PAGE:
Children and Tobacco: The Facts
Facts on Tobacco-Related Illnesses
Each year more than 400,000 Americans die from a tobacco-related illness, the number
one preventable cause of death in the United States.1 More lives are lost to tobacco than those caused by
fires, alcohol, suicides, car accidents, AIDS, illegal drugs, and homicides, combined.
Most of these deaths occur in adulthood, but the damage begins at the onset of smoking
which in about 90 percent of the cases, begins at or before the age of 18.
". . . [F]rom a public-health standpoint, keeping kids away from cigarettes is the
single most effective way to fight the nation's leading preventable cause of
-- "Hooked on Tobacco: The Teen Epidemic," Consumer Reports, March
- Close to 1,000 of the 3,000 youths who begin smoking every day will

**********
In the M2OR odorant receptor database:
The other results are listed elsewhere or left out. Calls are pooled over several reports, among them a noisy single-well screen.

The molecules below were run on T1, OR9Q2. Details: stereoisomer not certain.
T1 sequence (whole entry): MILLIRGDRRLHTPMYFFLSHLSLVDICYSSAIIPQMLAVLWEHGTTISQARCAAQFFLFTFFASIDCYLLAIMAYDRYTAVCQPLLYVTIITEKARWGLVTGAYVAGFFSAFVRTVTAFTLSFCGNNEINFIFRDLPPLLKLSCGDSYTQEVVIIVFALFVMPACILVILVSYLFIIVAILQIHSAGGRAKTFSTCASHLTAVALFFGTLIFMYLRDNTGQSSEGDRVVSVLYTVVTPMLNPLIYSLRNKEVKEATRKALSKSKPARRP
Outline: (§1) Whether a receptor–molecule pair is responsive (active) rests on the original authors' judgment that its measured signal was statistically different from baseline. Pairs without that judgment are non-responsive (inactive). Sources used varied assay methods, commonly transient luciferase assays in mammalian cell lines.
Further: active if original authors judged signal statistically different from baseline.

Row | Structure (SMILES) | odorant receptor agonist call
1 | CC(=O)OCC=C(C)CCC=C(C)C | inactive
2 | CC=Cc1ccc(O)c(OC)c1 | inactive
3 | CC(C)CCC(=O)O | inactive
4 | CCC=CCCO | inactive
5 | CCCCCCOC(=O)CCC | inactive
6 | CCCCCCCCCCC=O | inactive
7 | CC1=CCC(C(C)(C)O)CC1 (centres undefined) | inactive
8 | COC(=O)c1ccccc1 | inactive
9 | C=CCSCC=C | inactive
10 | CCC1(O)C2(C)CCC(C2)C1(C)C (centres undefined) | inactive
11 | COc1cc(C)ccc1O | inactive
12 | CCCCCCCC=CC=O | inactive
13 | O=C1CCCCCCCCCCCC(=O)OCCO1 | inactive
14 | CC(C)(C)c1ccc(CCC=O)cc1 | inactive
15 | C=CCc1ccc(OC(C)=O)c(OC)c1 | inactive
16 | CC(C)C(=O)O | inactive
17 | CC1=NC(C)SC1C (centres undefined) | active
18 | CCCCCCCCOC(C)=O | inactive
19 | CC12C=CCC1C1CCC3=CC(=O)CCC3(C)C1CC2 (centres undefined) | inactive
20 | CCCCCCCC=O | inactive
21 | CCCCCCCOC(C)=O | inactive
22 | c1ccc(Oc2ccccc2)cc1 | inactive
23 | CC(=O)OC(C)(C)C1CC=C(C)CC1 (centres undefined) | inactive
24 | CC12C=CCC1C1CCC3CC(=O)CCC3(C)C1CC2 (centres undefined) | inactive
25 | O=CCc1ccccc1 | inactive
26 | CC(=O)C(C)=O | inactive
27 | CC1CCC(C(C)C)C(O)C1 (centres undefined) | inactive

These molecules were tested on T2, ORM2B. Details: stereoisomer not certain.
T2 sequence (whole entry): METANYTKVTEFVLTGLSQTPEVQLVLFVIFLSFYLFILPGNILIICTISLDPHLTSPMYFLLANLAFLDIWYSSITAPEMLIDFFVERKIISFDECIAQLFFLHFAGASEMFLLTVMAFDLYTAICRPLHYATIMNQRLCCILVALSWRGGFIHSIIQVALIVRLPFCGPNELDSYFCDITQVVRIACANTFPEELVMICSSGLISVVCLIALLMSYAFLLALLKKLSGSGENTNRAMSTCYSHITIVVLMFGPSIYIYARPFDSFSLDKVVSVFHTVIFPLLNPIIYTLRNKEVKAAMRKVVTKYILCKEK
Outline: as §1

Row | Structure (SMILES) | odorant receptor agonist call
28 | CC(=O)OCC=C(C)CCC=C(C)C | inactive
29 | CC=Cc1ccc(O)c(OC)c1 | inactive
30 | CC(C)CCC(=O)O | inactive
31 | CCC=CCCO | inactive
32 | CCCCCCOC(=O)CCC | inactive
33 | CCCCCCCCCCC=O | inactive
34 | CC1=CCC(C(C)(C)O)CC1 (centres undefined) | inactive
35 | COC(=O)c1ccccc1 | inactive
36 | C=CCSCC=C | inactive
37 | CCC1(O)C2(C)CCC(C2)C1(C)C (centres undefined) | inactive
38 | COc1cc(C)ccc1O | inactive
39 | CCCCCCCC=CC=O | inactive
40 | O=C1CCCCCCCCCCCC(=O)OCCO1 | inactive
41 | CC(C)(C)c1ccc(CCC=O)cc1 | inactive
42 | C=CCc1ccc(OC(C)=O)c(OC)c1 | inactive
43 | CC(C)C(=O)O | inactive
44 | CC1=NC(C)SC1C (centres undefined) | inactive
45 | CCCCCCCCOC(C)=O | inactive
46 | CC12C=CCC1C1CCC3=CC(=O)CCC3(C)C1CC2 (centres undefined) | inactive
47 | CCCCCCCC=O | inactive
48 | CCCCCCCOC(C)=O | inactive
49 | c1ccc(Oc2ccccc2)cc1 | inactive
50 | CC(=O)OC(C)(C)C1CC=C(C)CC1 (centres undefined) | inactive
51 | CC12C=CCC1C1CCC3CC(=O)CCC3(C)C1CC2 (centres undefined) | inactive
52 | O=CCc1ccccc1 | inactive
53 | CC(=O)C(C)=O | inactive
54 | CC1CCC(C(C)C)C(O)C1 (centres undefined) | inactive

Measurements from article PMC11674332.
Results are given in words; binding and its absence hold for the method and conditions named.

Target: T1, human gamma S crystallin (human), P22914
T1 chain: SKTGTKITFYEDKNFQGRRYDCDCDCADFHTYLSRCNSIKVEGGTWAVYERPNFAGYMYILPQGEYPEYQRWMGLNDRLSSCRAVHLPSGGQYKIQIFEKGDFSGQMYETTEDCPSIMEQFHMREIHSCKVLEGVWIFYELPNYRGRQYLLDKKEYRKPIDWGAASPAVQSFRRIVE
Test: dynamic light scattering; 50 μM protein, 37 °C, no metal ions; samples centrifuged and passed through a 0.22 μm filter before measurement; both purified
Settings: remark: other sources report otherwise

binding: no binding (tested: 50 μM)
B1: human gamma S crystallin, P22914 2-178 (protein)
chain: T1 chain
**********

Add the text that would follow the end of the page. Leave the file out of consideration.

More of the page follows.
prematurely die of a tobacco-related disease.2
- An infant's risk of dying from Sudden Infant Death Syndrome (SIDS)
increases 5 times if he or she is exposed to secondhand smoke in the room.3 Secondhand smoke also increases the risk of lung
cancer and asthma.
- Smoking in childhood or adolescence increases the risk of developing
cardiac disease -- the number one cause of death in the United States.
- Young adult smokers are 1.43 times more likely to have a stroke than their
- Smoking is linked to not only lung cancer, but also other respiratory
problems like coughing, wheezing, and shortness of breath.
- Children and adolescents who use tobacco have smaller lungs than their
peers, and therefore tend to be less physically fit than their peers.
- Adolescents' use of smokeless tobacco increases their risk of oral cancer
and nicotine addiction.
1. Unless otherwise noted, all data is taken from the 1994 U.S.
Surgeon General's Report.
2. Food and Drug Administration statement, July 13,
3. Journal of the American Medical Association,
March 8, 1995.
4. "Cigarette Smoking Increases Risk of Stroke In Young Adults,"
AMA Brief Reports, June 20, 1990.
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